Riding the Planet
O.K. one more, even though I have to go move my car again. So I was stopped at a light the other day, and I noticed that the clouds were moving faster than usual across the sky. I watched them until the stoplight changed, and in that time I got a little perspective: we’re on a planet moving through space. We have about a minute of life and then it’s over. It’s amazing, this fast, little life on this beautiful planet in this infinite universe. Why waste it? Really, why not just be amazed?
More on that later.
Dog is God
If I only wrote about dog love, would you keep reading? I feel like a teenaged girl, only instead of boys it’s those semi-retarded, furry creatures with their tongues hanging out, their fluffy tails bouncing down the sidewalk like the feathers on a majorette’s baton. Everywhere you look there’s another nut-job human living the drama, but down near the earth are those that are happy and innocent—better than most babies, even, because they don’t ever feel the achy, angry longing to differentiate.
I duck into pet stores whenever I can. I stare the tiny spaniels, with their sad faces, and the shih tzus. I can’t decide which I like more, the feisty ones who stand on their back legs, cheering you on to take them home, or the ones that just lie there, buried in shredded paper, their baby faces crushed up against the glass. (When Maud was a little girl, she always wanted the stuffed animal in the store with the crooked ear or the creased arm—the others, I think she thought, didn’t need her massive love.)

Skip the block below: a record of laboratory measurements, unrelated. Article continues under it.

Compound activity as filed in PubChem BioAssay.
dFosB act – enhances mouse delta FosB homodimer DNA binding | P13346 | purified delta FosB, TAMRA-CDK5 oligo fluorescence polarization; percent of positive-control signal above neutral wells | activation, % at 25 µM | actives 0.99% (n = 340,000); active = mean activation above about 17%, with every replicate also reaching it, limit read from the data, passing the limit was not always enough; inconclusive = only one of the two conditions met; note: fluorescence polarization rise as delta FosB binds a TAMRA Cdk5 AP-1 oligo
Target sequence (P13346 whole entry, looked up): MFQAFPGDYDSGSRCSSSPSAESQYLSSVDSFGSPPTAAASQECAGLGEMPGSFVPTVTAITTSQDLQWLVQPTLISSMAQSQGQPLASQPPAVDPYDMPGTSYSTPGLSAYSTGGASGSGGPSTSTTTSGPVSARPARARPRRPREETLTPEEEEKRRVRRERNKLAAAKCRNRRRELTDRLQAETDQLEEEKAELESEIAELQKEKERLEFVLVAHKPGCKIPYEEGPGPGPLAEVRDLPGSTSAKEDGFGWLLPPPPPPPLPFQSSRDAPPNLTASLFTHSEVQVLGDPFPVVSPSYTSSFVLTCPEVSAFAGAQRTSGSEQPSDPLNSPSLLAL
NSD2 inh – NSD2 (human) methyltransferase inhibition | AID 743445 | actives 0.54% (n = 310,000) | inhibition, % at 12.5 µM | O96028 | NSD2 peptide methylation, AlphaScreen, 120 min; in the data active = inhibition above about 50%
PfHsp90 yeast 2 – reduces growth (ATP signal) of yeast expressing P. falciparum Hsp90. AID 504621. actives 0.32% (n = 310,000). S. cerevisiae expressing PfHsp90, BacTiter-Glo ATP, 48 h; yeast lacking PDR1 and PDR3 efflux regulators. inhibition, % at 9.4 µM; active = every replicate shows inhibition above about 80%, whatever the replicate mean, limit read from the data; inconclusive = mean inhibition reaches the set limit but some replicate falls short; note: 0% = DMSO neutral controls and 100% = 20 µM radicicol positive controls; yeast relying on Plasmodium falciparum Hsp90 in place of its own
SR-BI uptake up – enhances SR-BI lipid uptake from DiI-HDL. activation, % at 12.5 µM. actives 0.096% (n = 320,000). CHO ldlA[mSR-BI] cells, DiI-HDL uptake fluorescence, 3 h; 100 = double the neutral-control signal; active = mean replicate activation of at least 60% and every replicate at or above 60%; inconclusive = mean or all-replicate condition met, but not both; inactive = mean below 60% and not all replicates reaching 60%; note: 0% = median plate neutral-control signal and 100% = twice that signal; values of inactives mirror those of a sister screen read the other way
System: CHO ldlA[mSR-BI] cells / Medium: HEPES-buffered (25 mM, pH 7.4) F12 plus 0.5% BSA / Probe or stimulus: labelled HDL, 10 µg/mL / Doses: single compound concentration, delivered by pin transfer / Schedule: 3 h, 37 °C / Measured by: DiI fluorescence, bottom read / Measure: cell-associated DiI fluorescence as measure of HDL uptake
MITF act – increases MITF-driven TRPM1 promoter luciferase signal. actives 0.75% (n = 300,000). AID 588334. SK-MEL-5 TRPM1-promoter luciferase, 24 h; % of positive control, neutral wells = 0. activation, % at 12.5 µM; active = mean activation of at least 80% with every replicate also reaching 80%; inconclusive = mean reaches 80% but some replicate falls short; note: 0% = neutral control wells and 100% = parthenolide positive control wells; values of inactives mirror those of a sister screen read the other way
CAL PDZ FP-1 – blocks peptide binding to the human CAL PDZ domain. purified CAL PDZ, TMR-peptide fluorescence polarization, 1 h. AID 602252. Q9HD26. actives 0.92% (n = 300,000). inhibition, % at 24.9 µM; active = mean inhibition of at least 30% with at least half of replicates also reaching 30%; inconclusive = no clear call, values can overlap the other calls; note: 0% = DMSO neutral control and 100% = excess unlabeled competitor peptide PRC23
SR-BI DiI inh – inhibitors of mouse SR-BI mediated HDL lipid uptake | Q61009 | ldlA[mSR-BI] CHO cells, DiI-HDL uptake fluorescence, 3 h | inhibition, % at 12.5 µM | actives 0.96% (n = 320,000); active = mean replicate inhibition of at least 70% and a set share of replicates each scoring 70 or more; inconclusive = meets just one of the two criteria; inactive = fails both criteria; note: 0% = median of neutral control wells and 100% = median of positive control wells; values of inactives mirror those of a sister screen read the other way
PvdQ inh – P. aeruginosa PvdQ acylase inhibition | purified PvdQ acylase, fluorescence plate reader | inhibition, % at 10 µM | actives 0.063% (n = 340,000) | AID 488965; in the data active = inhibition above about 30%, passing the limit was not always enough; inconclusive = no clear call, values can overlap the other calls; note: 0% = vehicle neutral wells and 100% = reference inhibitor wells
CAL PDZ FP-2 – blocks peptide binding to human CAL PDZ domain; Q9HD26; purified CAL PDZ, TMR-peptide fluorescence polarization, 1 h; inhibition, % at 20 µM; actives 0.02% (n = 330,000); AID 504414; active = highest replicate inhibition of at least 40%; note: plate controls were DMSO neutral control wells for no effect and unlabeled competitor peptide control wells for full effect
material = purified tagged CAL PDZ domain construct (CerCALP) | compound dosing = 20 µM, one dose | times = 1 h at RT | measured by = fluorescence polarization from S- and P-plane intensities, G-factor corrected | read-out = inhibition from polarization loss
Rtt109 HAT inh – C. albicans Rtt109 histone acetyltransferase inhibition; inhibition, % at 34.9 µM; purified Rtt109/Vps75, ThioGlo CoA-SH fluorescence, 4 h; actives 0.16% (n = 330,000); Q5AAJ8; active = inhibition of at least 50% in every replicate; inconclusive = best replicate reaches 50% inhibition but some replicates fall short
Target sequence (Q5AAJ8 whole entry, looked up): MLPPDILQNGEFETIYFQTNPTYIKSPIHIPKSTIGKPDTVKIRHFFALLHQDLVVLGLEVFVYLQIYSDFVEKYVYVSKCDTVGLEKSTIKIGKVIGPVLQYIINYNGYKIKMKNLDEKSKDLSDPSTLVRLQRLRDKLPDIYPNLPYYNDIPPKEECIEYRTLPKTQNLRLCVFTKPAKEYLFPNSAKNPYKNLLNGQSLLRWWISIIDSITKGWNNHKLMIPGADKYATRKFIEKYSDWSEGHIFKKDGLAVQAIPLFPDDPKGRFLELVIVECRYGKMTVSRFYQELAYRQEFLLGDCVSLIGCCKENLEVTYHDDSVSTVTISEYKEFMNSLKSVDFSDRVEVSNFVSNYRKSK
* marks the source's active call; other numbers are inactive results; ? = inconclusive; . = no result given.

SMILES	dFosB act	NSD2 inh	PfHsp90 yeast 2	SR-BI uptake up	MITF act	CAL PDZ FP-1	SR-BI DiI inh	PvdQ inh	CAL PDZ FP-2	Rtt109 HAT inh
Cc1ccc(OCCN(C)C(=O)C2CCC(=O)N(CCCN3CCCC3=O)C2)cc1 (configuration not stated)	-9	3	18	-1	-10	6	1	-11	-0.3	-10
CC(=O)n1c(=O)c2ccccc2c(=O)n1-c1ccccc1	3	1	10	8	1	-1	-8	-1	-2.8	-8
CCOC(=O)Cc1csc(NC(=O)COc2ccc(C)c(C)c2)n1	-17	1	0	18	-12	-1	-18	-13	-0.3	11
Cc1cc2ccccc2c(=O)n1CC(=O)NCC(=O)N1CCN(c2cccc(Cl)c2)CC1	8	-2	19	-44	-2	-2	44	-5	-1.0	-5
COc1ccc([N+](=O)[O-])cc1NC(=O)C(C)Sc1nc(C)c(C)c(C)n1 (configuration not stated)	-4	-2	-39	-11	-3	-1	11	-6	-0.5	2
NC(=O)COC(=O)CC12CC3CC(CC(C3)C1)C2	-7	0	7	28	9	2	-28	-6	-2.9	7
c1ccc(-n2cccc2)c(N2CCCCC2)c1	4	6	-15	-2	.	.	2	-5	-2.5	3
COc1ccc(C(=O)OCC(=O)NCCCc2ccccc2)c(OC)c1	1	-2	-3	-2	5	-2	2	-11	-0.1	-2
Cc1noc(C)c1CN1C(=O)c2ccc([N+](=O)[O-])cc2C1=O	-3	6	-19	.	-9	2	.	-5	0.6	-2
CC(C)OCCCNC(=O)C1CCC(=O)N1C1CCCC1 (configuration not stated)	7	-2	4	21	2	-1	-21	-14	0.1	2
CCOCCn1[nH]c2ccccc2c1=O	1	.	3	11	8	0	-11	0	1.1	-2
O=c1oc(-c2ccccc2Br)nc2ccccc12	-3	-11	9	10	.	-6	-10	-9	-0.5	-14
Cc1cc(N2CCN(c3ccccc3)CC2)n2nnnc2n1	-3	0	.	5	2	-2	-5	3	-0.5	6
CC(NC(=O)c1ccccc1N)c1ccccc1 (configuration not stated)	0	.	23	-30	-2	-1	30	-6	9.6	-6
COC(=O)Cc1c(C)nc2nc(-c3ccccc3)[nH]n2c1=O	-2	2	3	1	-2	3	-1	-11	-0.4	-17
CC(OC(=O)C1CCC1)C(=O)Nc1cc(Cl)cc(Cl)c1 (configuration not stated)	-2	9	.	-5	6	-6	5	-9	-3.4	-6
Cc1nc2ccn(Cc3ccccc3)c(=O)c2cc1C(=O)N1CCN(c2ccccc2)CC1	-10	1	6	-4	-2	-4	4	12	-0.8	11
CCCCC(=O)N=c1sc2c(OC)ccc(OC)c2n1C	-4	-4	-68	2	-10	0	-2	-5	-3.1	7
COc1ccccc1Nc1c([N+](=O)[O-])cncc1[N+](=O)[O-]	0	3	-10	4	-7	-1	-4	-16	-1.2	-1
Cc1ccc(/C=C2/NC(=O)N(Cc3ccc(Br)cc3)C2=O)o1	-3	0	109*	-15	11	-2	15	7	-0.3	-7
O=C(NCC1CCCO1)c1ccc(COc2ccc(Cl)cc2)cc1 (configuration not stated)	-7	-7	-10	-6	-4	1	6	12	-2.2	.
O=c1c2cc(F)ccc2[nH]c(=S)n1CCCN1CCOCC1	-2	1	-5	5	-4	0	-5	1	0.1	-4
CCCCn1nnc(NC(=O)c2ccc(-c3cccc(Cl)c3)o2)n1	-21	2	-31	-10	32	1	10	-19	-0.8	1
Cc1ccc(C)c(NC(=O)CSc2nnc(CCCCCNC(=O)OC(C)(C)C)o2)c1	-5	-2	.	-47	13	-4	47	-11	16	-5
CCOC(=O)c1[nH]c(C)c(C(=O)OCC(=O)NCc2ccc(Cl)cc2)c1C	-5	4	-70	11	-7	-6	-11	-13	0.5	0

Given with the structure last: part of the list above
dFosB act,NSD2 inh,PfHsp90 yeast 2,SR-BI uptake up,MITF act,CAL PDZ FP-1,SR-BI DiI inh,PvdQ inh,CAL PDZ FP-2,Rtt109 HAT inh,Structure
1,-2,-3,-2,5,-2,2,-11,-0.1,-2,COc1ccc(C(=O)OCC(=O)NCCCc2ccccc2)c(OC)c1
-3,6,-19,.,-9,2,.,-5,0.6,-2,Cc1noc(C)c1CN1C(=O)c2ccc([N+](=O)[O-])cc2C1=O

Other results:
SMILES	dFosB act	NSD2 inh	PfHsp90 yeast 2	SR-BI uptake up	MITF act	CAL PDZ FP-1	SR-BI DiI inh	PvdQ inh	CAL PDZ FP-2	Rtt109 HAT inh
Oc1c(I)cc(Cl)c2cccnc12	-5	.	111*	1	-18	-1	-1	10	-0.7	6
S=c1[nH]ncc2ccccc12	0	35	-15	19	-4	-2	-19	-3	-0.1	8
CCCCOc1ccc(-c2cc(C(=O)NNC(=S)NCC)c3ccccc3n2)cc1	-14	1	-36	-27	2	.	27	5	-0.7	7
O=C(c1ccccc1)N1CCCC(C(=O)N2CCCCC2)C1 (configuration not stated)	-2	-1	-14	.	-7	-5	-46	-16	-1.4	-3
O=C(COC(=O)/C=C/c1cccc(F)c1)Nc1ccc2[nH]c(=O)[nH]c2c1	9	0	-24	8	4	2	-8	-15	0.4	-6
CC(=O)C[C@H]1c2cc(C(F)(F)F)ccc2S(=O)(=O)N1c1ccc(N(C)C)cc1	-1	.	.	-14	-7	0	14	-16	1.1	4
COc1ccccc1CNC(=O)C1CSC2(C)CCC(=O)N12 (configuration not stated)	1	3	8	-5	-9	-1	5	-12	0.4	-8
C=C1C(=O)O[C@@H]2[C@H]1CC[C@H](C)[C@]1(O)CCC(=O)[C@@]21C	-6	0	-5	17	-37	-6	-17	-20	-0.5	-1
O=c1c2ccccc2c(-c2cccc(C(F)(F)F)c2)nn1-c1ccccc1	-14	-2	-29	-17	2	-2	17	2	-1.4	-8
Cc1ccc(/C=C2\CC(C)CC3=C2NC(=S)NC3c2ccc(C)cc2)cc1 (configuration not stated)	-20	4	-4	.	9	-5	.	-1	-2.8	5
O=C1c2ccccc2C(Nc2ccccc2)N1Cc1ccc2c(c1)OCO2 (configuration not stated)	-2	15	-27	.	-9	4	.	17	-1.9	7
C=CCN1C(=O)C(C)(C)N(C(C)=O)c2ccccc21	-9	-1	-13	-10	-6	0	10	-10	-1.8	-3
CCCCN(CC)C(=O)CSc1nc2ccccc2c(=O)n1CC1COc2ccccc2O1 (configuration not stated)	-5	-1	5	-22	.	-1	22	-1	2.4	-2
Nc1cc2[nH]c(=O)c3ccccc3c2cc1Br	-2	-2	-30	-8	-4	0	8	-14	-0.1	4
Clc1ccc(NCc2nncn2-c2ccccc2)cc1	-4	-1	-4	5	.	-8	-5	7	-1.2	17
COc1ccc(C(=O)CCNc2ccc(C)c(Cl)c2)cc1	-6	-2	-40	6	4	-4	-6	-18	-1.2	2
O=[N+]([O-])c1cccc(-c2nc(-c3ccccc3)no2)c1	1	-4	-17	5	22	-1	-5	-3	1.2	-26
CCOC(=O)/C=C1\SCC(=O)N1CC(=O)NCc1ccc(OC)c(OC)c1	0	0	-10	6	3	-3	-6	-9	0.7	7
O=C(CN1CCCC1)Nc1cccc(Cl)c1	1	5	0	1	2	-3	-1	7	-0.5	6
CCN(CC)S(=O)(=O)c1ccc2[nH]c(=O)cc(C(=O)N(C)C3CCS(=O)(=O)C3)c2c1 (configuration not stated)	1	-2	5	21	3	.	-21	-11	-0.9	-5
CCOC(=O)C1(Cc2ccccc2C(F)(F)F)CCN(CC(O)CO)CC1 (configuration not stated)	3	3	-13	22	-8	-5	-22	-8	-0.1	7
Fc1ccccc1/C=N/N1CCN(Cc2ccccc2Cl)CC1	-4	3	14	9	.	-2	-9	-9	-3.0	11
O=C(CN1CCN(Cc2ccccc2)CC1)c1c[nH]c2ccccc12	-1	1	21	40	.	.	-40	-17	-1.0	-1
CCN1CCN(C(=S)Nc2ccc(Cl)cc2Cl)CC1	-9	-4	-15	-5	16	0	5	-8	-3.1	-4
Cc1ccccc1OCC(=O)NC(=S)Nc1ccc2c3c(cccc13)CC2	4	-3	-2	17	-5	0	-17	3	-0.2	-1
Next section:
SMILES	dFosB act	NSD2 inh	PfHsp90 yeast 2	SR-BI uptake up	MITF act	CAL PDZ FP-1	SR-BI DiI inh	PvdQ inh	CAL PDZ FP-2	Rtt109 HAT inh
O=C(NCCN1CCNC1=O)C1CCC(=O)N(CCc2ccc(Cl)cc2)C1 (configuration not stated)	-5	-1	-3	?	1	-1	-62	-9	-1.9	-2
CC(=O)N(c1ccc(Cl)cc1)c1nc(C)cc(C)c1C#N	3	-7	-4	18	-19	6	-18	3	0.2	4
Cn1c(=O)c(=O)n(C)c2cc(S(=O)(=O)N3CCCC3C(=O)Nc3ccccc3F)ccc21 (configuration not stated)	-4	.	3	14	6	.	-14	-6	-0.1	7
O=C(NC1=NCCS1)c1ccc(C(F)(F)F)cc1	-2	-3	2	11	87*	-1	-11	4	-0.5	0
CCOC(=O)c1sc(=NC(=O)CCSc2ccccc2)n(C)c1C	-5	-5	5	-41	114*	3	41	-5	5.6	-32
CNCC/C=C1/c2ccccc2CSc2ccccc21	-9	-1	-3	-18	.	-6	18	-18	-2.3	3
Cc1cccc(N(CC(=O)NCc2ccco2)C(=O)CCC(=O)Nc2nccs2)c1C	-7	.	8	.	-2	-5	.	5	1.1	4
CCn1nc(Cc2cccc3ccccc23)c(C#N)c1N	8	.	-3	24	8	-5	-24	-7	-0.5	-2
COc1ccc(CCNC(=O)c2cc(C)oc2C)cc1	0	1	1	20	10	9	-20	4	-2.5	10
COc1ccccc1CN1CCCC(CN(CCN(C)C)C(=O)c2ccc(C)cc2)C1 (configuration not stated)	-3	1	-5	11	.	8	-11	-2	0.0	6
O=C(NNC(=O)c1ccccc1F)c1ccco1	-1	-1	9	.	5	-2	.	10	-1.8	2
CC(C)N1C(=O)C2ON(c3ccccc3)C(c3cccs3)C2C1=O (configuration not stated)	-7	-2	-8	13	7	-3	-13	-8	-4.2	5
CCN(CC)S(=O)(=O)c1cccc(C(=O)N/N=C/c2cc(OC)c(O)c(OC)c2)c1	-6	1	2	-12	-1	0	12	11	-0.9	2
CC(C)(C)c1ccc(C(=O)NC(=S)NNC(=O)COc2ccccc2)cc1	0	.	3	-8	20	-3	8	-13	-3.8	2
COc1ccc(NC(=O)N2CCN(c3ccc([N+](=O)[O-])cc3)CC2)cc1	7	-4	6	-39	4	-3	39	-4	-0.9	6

Here’s something I’ve been thinking about: people should apologize, genuinely and with full acknowledgment of their wrongdoing, if they’ve behaved in ways that are traumatizing to those that they love (especially their children). Genuine pologies go a long way in the healing process, I think.
Until then, back to getting my Vitamin D from dogs.
I’d been staying in the city for days and days, in my friends’ son’s room, with it’s narrow bed and wacky sunglasses by the stereo. I’d kept my suitcase, filled with two pairs of jeans, a few long-sleeved T-shirts, socks and underwear, on the closet floor so it didn’t look to anyone like I was living out of a suitcase—so it didn’t look like I was freeloading. So when I opened my eyes the other day and discovered that I was home, in my own bed in East Marion—the light pouring in through trees, the only sound the wind and the birds, no one else in the house—I was, simply, surprised. Surprised, that is, and very, very, very happy.
If we’re lucky, we get to choose our home. We get to choose, within reason, our sheets and our comforter covers and the smell of the laundry soap we use. We get to choose whether or not to cover our windows and how hot or cold we want our room to be during the night. We get to choose the kind of bread we like, the fat content of the milk, the channel of the radio, and whether or not to watch TV (or not have a TV at all). We get to choose who we talk to at night before bed, and what we do, and what we don’t do. What unbelievable freedom.